Throughout this month of May, KoopaTV has been covering the GameFAQs Best Year in Gaming contest. This contest sought to poll the Internet (this year, mostly just GameFAQs users — but in previous years there were rallies have caught Internet-wide popularity and massive vote totals) on which year in the gaming industry was... THE BEST.
After getting through a Wildcard round, Round 1, Round 2, Round 3, and Round 4... we're finally at Round 5. In a 32 + 4 entrant 1v1 tournament, that's the final round.
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It's 2001 vs. 1998. Vote for 2001. Please? Right here, today, on Monday.
I'll convince you why.
First of all, something overlooked in the GameFAQs contest but extremely important:
2001 had three hardware releases: The Nintendo GameCube AND Game Boy Advance, as well as Microsoft's first foray into the gaming console business, the original Xbox. Both had strong opening salvos in their launch year, with Super Smash Bros. Melee, Golden Sun (and Gyakuten Saiban in Japan!), and Halo respectively...as examples.
1998 had... the release of the Game Boy Color. I mean, that's important, but... it's technically a hardware revision. Isn't it weird how Nintendo didn't do anything with the Game Boy for about a decade, and then finally they just release a Color version? Clearly, 1998 loses, especially because 2001 has the Game Boy Advance.
You really just care about games, don't you? Okay, but just be aware that I think the GameCube was the best console ever.
|The match pictures featuring 12 games each for 2001 (left) and 1998 (right).|
...This doesn't even go through the full worth of 2001, but 1998 is pretty much represented!
As discussed, 2001 had Super Smash Bros. Melee and Halo, but Sony fans also got Final Fantasy X, which is a very influential and well-received Final Fantasy. Halo revolutionised console first-person shooter games, and had a very deep single-player mode (that was the centrepiece, along with The Legend of Zelda: The Wind Waker, of a literature presentation/report I once did on the flood archetype — clearly it's deep!), along with extensive multiplayer. This combination is why Rawk name-dropped Halo as a shining example of a game that gets game modes right, as we were debating at the end of the ARMS Nintendo Direct reaction log just a few days ago.
In the same reaction log was a discussion about Sakurai checklists and Event Matches — a reference to Super Smash Bros. Melee. Super Smash Bros. Melee is a major player in the gaming space to this day, thanks to its enduring eSports presence. But, as seen by its casual mention a few days ago, it's not just a competitive darling but also a casual one: A game with the right balance of features that appeals to gamers of all kinds. Again: People still play it to this day, and it's been hugely influential.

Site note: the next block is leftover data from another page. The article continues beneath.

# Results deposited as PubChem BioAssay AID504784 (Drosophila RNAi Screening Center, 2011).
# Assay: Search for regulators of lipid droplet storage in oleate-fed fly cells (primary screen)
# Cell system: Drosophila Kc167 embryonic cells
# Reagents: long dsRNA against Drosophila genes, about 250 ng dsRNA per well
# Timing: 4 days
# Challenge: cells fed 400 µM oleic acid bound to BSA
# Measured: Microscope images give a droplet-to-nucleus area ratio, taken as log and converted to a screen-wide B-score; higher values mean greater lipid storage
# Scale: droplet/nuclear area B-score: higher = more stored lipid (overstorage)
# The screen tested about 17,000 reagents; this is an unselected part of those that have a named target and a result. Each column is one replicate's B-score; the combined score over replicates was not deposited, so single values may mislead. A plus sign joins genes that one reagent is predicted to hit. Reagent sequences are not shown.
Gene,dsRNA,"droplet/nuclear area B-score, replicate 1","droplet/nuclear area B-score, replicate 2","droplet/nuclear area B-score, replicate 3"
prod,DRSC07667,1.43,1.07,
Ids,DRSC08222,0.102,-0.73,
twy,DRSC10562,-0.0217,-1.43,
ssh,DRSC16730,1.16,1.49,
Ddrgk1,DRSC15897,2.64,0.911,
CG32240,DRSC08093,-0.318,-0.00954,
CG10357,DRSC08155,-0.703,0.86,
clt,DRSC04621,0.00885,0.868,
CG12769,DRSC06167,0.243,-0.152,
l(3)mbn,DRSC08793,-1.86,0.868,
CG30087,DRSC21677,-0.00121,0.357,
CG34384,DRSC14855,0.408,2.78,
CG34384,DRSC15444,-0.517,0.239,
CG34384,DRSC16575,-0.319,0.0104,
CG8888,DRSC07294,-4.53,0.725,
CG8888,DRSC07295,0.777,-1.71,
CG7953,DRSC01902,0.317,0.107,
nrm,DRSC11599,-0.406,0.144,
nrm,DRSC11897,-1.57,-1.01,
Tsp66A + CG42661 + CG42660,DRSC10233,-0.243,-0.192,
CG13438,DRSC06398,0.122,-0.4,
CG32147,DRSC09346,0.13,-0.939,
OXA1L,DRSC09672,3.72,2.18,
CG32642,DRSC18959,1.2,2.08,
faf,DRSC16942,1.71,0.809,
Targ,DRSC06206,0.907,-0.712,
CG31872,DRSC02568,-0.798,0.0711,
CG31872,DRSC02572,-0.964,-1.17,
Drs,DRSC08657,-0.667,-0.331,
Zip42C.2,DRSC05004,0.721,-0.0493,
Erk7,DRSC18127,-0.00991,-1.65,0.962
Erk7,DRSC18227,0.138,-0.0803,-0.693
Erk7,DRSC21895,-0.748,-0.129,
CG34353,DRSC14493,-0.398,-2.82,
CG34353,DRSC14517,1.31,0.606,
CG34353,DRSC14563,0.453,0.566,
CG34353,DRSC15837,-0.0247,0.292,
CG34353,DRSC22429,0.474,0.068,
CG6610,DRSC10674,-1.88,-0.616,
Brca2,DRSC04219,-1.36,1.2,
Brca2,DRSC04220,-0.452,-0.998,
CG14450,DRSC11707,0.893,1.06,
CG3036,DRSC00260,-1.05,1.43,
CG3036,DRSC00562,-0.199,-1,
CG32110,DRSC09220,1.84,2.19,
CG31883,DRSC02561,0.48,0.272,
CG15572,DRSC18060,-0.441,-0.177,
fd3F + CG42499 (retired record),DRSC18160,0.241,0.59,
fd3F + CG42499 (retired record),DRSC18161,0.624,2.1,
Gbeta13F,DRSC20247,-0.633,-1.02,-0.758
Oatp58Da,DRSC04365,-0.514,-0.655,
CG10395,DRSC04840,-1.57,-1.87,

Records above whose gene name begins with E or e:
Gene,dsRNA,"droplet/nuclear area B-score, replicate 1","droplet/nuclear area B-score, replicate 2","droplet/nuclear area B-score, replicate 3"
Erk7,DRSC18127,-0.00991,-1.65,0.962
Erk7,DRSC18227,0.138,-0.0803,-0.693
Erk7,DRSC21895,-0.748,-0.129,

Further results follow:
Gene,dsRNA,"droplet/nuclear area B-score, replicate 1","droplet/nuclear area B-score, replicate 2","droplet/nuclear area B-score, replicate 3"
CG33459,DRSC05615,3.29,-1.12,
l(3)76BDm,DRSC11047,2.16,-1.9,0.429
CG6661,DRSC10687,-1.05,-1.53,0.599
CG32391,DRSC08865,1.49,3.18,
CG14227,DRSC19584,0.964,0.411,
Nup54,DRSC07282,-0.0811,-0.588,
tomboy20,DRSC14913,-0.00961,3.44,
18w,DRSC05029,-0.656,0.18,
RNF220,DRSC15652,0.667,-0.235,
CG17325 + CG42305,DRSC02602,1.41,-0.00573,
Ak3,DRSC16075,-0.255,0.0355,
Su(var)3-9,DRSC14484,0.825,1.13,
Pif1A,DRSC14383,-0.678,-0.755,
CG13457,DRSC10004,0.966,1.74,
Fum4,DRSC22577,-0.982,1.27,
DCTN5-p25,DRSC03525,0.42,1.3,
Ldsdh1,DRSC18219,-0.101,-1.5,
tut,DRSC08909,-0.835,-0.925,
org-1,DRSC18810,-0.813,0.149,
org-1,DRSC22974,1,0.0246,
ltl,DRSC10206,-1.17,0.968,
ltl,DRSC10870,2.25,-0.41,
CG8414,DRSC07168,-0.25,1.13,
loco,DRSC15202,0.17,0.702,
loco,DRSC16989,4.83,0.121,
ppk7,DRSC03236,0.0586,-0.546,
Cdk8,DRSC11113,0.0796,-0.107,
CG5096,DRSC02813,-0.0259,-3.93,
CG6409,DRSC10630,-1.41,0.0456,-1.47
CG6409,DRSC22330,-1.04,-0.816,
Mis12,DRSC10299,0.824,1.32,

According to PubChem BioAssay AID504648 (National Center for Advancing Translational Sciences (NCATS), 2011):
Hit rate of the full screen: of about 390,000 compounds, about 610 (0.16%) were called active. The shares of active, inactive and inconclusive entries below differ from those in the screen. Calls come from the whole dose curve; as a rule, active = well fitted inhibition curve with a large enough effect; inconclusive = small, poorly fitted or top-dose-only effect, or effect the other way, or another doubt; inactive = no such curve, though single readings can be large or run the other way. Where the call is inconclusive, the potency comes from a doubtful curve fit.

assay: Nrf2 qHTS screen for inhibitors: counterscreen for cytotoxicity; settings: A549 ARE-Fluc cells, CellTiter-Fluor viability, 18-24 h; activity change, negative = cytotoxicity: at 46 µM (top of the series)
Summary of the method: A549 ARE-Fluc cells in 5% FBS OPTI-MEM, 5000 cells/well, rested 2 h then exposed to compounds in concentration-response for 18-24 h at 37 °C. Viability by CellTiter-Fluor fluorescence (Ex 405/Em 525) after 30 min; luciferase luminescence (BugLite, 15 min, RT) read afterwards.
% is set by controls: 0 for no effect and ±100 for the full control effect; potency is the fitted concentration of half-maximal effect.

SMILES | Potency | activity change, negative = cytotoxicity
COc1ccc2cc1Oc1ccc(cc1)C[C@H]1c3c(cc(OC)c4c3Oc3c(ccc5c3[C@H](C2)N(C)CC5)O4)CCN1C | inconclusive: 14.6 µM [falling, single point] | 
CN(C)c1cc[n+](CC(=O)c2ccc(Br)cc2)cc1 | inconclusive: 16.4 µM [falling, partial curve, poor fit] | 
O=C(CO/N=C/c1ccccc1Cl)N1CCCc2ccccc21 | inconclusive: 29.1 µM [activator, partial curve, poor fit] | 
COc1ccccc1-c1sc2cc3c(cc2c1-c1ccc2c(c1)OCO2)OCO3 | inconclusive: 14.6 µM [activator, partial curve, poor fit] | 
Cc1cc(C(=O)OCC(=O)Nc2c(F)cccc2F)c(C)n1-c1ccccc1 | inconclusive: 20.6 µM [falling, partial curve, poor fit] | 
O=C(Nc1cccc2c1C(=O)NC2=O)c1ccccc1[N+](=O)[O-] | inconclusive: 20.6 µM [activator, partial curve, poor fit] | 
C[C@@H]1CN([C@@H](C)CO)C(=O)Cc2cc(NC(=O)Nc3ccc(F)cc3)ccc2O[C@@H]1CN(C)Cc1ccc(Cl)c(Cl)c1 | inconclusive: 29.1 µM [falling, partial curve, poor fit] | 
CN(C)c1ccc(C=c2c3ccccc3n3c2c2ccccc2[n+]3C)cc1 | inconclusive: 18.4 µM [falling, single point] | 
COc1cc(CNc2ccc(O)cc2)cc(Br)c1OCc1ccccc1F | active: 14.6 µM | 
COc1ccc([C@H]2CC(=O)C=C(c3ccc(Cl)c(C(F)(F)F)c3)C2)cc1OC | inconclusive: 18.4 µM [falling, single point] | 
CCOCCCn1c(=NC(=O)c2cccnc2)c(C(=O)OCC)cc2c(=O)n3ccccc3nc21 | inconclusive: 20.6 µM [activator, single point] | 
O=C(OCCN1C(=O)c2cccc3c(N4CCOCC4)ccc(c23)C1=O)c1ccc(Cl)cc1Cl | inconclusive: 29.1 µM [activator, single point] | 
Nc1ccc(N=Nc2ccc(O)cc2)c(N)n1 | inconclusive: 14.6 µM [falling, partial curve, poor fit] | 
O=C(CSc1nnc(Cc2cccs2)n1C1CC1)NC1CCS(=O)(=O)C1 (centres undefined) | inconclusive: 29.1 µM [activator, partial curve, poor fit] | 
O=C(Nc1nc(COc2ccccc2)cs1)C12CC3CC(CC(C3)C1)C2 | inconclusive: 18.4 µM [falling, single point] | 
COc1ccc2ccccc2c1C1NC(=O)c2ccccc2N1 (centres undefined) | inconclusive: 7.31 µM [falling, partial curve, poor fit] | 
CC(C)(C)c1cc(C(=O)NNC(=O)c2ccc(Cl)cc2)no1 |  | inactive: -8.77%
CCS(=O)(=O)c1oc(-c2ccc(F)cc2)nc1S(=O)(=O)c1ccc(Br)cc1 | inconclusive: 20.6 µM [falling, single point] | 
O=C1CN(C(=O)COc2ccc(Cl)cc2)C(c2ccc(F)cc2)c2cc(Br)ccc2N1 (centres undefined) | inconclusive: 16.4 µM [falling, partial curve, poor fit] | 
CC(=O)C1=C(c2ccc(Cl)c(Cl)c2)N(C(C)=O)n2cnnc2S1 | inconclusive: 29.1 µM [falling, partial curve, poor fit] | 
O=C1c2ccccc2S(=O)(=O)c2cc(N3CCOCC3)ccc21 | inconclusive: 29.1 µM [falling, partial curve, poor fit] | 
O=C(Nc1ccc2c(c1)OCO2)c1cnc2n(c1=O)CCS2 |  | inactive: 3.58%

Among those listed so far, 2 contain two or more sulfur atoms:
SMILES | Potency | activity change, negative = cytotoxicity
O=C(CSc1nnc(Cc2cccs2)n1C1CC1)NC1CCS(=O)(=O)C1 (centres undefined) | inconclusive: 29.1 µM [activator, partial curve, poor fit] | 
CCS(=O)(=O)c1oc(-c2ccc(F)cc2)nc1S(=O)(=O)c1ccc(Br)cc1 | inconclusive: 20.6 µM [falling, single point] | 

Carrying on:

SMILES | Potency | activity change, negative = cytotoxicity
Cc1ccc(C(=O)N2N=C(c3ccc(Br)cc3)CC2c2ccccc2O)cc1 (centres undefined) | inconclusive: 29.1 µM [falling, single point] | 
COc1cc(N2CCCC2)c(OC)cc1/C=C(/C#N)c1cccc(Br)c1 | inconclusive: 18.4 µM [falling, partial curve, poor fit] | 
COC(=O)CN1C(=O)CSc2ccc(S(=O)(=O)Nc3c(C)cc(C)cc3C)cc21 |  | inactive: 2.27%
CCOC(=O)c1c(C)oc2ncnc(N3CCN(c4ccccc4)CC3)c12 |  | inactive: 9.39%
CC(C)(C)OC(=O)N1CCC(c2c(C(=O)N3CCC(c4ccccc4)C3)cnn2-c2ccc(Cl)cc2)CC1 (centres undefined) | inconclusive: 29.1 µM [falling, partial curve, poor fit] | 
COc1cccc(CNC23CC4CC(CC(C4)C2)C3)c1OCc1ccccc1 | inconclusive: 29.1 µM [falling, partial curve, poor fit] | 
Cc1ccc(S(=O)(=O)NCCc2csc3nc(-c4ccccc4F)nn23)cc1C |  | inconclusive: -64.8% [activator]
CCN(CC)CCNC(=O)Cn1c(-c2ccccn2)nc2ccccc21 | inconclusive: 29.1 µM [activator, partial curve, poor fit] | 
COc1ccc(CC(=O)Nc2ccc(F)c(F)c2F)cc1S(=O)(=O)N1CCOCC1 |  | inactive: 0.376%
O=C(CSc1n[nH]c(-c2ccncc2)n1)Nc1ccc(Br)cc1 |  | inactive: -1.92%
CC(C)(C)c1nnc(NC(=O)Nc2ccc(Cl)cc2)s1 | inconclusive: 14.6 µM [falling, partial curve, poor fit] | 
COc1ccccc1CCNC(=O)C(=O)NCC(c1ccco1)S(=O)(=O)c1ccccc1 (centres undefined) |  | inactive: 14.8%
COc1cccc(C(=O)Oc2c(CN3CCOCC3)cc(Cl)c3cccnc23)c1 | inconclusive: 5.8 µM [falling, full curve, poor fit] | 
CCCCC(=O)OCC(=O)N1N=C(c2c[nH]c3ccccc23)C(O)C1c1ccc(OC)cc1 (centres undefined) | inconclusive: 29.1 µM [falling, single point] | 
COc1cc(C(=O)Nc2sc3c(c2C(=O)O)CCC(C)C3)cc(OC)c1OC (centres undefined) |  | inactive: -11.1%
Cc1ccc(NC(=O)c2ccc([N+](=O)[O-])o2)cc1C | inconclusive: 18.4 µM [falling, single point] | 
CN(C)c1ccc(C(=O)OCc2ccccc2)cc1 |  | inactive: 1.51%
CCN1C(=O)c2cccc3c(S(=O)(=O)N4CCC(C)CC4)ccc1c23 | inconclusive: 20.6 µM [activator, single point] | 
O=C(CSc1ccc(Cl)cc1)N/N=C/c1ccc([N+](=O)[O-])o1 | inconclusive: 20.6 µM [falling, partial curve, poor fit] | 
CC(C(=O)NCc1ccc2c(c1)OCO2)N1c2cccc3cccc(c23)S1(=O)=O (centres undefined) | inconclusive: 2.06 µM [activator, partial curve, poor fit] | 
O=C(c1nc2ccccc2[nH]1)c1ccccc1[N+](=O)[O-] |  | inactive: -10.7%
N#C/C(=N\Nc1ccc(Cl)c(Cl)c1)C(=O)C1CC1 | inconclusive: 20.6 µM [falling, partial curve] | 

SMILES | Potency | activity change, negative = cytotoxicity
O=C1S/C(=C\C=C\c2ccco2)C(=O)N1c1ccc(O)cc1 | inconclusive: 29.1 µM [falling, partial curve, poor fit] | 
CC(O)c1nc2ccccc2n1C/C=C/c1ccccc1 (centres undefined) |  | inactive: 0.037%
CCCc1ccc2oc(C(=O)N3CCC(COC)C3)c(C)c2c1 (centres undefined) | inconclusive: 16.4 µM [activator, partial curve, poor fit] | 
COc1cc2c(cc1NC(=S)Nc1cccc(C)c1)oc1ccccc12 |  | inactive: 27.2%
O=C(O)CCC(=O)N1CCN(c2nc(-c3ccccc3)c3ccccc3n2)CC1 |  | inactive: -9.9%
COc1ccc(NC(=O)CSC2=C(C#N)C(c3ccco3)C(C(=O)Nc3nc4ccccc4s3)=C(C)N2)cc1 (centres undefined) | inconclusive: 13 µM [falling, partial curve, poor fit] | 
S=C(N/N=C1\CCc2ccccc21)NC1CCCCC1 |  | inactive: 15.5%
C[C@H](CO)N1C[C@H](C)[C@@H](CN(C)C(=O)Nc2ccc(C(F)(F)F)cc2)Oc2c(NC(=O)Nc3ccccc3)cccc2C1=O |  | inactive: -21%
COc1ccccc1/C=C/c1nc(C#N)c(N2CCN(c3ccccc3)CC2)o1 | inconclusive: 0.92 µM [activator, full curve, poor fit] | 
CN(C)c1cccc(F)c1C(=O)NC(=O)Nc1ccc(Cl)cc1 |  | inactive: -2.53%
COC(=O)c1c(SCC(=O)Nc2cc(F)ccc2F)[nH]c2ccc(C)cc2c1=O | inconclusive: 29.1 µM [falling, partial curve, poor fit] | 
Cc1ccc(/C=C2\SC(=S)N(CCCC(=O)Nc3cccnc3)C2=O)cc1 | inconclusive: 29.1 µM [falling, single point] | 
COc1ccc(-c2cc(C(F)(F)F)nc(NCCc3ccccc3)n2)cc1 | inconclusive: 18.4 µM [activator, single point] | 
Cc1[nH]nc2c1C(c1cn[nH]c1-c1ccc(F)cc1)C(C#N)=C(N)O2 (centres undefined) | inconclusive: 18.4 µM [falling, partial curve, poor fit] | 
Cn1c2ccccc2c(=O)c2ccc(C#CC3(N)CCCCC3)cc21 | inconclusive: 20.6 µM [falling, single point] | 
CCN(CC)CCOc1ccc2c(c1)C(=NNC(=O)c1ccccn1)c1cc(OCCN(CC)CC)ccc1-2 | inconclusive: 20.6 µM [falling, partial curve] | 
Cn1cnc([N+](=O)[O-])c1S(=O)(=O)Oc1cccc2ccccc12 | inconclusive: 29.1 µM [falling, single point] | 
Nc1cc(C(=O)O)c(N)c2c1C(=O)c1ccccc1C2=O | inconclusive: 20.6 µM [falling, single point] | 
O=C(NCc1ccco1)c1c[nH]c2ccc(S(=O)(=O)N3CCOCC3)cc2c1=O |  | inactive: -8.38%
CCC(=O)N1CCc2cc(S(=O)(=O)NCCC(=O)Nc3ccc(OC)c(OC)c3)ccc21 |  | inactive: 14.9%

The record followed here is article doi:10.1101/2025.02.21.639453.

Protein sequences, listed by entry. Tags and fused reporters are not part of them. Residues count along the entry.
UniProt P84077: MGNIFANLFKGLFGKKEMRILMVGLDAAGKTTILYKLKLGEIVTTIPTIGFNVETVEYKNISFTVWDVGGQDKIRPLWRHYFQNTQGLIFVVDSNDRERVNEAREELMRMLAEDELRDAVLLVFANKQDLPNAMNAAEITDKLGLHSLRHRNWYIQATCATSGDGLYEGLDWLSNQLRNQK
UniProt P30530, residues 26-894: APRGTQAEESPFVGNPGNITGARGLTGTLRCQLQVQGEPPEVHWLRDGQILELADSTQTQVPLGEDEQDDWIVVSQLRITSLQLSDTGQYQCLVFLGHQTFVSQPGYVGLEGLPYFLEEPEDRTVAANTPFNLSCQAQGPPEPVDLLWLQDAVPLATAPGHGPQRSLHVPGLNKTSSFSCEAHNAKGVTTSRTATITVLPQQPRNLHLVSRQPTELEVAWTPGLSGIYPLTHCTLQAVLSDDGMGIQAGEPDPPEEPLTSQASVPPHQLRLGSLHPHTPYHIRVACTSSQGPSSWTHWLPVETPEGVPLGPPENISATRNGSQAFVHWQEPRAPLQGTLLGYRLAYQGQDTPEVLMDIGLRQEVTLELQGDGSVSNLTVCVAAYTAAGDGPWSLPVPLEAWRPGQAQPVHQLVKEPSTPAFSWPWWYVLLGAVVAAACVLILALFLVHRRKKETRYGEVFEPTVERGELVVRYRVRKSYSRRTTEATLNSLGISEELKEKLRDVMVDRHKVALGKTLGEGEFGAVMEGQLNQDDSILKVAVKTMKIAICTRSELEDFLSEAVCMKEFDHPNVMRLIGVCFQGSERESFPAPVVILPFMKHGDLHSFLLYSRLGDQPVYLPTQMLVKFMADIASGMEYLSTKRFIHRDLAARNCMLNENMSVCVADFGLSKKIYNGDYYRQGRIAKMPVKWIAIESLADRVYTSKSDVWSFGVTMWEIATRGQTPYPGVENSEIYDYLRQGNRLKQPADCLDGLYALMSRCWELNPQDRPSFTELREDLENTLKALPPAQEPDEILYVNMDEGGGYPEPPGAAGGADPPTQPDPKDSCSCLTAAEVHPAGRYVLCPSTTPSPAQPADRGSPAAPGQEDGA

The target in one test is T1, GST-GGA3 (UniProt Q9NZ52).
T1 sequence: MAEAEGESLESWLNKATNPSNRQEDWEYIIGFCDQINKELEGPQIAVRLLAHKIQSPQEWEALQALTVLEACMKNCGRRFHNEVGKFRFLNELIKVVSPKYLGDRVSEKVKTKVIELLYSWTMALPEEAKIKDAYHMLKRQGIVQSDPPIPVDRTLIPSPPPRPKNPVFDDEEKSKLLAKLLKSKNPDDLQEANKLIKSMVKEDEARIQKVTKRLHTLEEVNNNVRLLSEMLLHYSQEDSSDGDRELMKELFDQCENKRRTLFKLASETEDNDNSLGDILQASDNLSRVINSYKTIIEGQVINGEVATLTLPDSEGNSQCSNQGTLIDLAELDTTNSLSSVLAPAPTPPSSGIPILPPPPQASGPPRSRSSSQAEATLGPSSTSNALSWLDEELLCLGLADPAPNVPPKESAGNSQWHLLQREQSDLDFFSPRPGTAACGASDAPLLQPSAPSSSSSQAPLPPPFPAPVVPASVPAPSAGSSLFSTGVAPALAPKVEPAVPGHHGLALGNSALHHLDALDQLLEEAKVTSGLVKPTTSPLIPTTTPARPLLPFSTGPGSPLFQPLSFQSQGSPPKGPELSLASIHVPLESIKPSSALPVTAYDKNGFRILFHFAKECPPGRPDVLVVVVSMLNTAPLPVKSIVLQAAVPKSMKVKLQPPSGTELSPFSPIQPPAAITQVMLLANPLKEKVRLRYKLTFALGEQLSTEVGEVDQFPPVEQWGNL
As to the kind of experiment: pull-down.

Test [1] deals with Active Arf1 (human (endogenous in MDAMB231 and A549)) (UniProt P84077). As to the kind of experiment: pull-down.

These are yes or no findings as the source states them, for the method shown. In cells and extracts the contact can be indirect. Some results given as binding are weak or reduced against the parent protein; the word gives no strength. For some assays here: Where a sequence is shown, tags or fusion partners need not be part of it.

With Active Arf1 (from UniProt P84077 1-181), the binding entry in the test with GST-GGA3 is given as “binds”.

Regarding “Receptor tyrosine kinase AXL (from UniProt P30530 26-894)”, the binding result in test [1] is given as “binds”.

But, but, BUT. 1998 is far from a stranger to influencing the gaming industry. With titles such as Half-Life (which revolutionised the PC first-person shooter genre), Pokémon Red and Pokémon Blue (which created a huge cultural wave in the United States of America in 1998, was subsequently banned in Iran, and later took over Inkopolis for a weekend in 2015), and... well, the elephant in the room, The Legend of Zelda: Ocarina of Time, a game that I can no longer avoid name-dropping. It's widely considered the best game of all time, which is something I dispute (you see The Legend of Zelda: Oracle of Seasons and The Legend of Zelda: Oracle of Ages on 2001's side? I like those more), but, hey, it certainly has massive influence. It brought Z-targeting into the industry, and many, many articles have been written (...just... not on KoopaTV) about how it's influenced many game developers and lives.
I was going to ask, “Does anyone still play [insert 1998 game here] today?” ...The answer is probably “yes”, so that doesn't help make my point. I will say, though, that more people watched Super Smash Bros. Melee at big tournaments like EVO 2015 than simultaneously participated in Twitch Plays Pokémon.
Obviously, I can't factually prove 2001 is the better year, but, I can say, from my personal preferences, I like 2001 a lot more. A lot of the reasons people like 1998 more are for games on the PC, which, hey, I've never been a PC gamer. 2001's depth comes from the console and handhelds, which are more my cup of milk. There really are multiple things in the year that are truly memorable, enjoyable, and enduring for everyone. Not mentioned yet in this article: Paper Mario, Mario Party 3, Pokémon Stadium 2, Pokémon Crystal, Metal Gear Solid 2, Grand Theft Auto III, Sonic Adventure 2, Advance Wars, Wario Land 4... even Tony Hawk's Pro Skater 3!
I could make a similar long list with 1998, but it'd make me smile less. Of course, Metal Gear Solid and Banjo-Kazooie have big fans in the world and on this site, and Vortexica loves Spyro the Dragon. We're talking the original games there, not just the franchises, but games that are held up favourably to this day. Yet, in that same article with Spyro, I mention Mario Party 3 (and I call out 2001 as a year, specifically) and Kamek sort-of mentions Pokémon Crystal!
Before this closes, I need to clear up this longstanding misconception: I don't hate The Legend of Zelda: Ocarina of Time. I just think it's overrated. It's a good game. I actually enjoyed being put on hold to the Hyrule Field theme when I called Nintendo two years ago. But it's not my favourite, second-favourite, or even third-favourite game between 2001 and 1998. It might be my favourite release from 1998, though. I don't know how much of a statement that is. 1998 was fantastic for many people. Just not me. It was merely... good.
You are certainly free to disagree with Ludwig (and maybe some of the staff members of this site do, though he didn't ask any of them in the making of this article), but if you do, don't go to GameFAQs and vote. 2001 is probably going to lose anyway! Help the underdog!